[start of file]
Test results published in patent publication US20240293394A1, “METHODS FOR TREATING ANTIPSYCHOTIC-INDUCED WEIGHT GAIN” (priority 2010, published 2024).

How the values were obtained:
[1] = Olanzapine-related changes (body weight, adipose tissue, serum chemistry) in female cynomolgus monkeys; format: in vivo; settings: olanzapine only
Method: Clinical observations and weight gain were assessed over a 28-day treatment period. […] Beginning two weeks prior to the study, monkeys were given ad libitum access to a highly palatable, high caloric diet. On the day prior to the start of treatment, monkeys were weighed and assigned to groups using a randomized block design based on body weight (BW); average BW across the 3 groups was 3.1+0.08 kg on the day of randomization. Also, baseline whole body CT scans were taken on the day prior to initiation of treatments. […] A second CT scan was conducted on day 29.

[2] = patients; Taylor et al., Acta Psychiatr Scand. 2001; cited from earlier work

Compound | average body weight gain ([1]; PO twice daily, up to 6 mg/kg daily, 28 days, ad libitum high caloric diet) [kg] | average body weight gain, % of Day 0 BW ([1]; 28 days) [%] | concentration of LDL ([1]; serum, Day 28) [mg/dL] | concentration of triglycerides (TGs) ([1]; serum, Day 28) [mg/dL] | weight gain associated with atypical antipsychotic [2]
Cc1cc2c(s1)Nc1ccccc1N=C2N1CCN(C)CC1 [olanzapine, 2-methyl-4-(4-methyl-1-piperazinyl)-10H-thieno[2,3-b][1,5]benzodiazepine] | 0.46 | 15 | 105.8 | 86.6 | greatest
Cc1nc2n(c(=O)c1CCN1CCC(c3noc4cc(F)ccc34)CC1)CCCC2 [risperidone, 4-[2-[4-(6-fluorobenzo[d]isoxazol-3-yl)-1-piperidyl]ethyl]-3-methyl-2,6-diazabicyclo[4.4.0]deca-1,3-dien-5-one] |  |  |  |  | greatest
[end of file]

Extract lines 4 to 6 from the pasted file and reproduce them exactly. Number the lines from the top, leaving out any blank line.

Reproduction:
Method: Clinical observations and weight gain were assessed over a 28-day treatment period. […] Beginning two weeks prior to the study, monkeys were given ad libitum access to a highly palatable, high caloric diet. On the day prior to the start of treatment, monkeys were weighed and assigned to groups using a randomized block design based on body weight (BW); average BW across the 3 groups was 3.1+0.08 kg on the day of randomization. Also, baseline whole body CT scans were taken on the day prior to initiation of treatments. […] A second CT scan was conducted on day 29.

[2] = patients; Taylor et al., Acta Psychiatr Scand. 2001; cited from earlier work

Compound | average body weight gain ([1]; PO twice daily, up to 6 mg/kg daily, 28 days, ad libitum high caloric diet) [kg] | average body weight gain, % of Day 0 BW ([1]; 28 days) [%] | concentration of LDL ([1]; serum, Day 28) [mg/dL] | concentration of triglycerides (TGs) ([1]; serum, Day 28) [mg/dL] | weight gain associated with atypical antipsychotic [2]